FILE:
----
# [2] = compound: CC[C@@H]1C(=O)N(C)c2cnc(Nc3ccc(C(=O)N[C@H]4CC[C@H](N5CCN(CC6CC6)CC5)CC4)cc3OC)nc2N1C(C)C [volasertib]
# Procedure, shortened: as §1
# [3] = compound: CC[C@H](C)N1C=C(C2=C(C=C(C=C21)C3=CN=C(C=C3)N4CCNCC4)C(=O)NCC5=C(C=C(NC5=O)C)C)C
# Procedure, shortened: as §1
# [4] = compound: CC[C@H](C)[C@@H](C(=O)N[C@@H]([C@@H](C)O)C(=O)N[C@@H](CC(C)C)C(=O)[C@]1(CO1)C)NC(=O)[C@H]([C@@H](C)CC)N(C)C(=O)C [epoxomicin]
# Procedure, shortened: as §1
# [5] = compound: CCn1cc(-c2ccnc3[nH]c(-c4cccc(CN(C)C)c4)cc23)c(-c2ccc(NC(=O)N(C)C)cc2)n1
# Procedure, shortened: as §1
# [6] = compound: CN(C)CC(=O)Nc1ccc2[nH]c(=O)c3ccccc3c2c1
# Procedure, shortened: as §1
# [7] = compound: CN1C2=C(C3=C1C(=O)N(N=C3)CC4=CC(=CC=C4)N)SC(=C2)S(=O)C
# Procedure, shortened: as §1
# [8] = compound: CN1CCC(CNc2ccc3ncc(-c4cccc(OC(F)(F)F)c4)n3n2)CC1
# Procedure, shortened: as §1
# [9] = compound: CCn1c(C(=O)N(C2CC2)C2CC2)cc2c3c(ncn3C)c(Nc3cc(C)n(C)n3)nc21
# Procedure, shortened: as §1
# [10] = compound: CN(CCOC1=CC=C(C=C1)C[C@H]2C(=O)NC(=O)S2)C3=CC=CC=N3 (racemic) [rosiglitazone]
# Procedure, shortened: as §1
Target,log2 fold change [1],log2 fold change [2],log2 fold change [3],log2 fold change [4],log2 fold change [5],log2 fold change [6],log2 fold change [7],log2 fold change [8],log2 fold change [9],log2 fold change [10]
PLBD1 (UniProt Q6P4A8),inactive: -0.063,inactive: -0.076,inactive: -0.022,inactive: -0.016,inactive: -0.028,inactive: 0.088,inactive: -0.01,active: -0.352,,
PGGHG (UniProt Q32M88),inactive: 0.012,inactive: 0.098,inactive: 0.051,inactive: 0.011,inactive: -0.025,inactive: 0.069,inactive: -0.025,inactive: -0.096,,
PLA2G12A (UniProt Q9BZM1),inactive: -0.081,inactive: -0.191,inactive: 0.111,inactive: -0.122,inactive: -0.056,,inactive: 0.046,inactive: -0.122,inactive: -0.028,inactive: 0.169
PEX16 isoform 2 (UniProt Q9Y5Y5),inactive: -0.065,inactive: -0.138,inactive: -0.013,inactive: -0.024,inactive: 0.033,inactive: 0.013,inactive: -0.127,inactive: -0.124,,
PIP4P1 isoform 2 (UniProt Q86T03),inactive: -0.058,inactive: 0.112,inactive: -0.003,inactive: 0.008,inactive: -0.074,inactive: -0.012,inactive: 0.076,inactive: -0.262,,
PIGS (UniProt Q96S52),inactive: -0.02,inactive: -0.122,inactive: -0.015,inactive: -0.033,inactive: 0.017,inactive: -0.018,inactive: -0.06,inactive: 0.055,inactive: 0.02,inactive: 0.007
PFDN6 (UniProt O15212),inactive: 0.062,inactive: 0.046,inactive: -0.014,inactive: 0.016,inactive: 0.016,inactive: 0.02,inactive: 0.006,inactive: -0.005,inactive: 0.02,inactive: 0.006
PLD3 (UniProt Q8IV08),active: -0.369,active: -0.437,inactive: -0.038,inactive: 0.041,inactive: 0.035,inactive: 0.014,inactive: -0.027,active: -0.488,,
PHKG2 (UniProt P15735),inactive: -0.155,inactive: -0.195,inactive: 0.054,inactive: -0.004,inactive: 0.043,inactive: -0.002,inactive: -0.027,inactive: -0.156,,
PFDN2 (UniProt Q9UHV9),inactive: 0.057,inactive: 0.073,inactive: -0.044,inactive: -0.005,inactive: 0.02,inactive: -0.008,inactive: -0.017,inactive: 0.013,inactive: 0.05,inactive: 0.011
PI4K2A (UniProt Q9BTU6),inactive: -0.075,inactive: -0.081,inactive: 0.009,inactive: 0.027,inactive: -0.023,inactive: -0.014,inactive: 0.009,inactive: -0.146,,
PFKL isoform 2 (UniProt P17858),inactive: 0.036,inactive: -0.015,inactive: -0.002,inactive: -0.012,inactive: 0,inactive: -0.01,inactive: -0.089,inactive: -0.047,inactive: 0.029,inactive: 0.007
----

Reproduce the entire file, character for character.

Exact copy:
# [2] = compound: CC[C@@H]1C(=O)N(C)c2cnc(Nc3ccc(C(=O)N[C@H]4CC[C@H](N5CCN(CC6CC6)CC5)CC4)cc3OC)nc2N1C(C)C [volasertib]
# Procedure, shortened: as §1
# [3] = compound: CC[C@H](C)N1C=C(C2=C(C=C(C=C21)C3=CN=C(C=C3)N4CCNCC4)C(=O)NCC5=C(C=C(NC5=O)C)C)C
# Procedure, shortened: as §1
# [4] = compound: CC[C@H](C)[C@@H](C(=O)N[C@@H]([C@@H](C)O)C(=O)N[C@@H](CC(C)C)C(=O)[C@]1(CO1)C)NC(=O)[C@H]([C@@H](C)CC)N(C)C(=O)C [epoxomicin]
# Procedure, shortened: as §1
# [5] = compound: CCn1cc(-c2ccnc3[nH]c(-c4cccc(CN(C)C)c4)cc23)c(-c2ccc(NC(=O)N(C)C)cc2)n1
# Procedure, shortened: as §1
# [6] = compound: CN(C)CC(=O)Nc1ccc2[nH]c(=O)c3ccccc3c2c1
# Procedure, shortened: as §1
# [7] = compound: CN1C2=C(C3=C1C(=O)N(N=C3)CC4=CC(=CC=C4)N)SC(=C2)S(=O)C
# Procedure, shortened: as §1
# [8] = compound: CN1CCC(CNc2ccc3ncc(-c4cccc(OC(F)(F)F)c4)n3n2)CC1
# Procedure, shortened: as §1
# [9] = compound: CCn1c(C(=O)N(C2CC2)C2CC2)cc2c3c(ncn3C)c(Nc3cc(C)n(C)n3)nc21
# Procedure, shortened: as §1
# [10] = compound: CN(CCOC1=CC=C(C=C1)C[C@H]2C(=O)NC(=O)S2)C3=CC=CC=N3 (racemic) [rosiglitazone]
# Procedure, shortened: as §1
Target,log2 fold change [1],log2 fold change [2],log2 fold change [3],log2 fold change [4],log2 fold change [5],log2 fold change [6],log2 fold change [7],log2 fold change [8],log2 fold change [9],log2 fold change [10]
PLBD1 (UniProt Q6P4A8),inactive: -0.063,inactive: -0.076,inactive: -0.022,inactive: -0.016,inactive: -0.028,inactive: 0.088,inactive: -0.01,active: -0.352,,
PGGHG (UniProt Q32M88),inactive: 0.012,inactive: 0.098,inactive: 0.051,inactive: 0.011,inactive: -0.025,inactive: 0.069,inactive: -0.025,inactive: -0.096,,
PLA2G12A (UniProt Q9BZM1),inactive: -0.081,inactive: -0.191,inactive: 0.111,inactive: -0.122,inactive: -0.056,,inactive: 0.046,inactive: -0.122,inactive: -0.028,inactive: 0.169
PEX16 isoform 2 (UniProt Q9Y5Y5),inactive: -0.065,inactive: -0.138,inactive: -0.013,inactive: -0.024,inactive: 0.033,inactive: 0.013,inactive: -0.127,inactive: -0.124,,
PIP4P1 isoform 2 (UniProt Q86T03),inactive: -0.058,inactive: 0.112,inactive: -0.003,inactive: 0.008,inactive: -0.074,inactive: -0.012,inactive: 0.076,inactive: -0.262,,
PIGS (UniProt Q96S52),inactive: -0.02,inactive: -0.122,inactive: -0.015,inactive: -0.033,inactive: 0.017,inactive: -0.018,inactive: -0.06,inactive: 0.055,inactive: 0.02,inactive: 0.007
PFDN6 (UniProt O15212),inactive: 0.062,inactive: 0.046,inactive: -0.014,inactive: 0.016,inactive: 0.016,inactive: 0.02,inactive: 0.006,inactive: -0.005,inactive: 0.02,inactive: 0.006
PLD3 (UniProt Q8IV08),active: -0.369,active: -0.437,inactive: -0.038,inactive: 0.041,inactive: 0.035,inactive: 0.014,inactive: -0.027,active: -0.488,,
PHKG2 (UniProt P15735),inactive: -0.155,inactive: -0.195,inactive: 0.054,inactive: -0.004,inactive: 0.043,inactive: -0.002,inactive: -0.027,inactive: -0.156,,
PFDN2 (UniProt Q9UHV9),inactive: 0.057,inactive: 0.073,inactive: -0.044,inactive: -0.005,inactive: 0.02,inactive: -0.008,inactive: -0.017,inactive: 0.013,inactive: 0.05,inactive: 0.011
PI4K2A (UniProt Q9BTU6),inactive: -0.075,inactive: -0.081,inactive: 0.009,inactive: 0.027,inactive: -0.023,inactive: -0.014,inactive: 0.009,inactive: -0.146,,
PFKL isoform 2 (UniProt P17858),inactive: 0.036,inactive: -0.015,inactive: -0.002,inactive: -0.012,inactive: 0,inactive: -0.01,inactive: -0.089,inactive: -0.047,inactive: 0.029,inactive: 0.007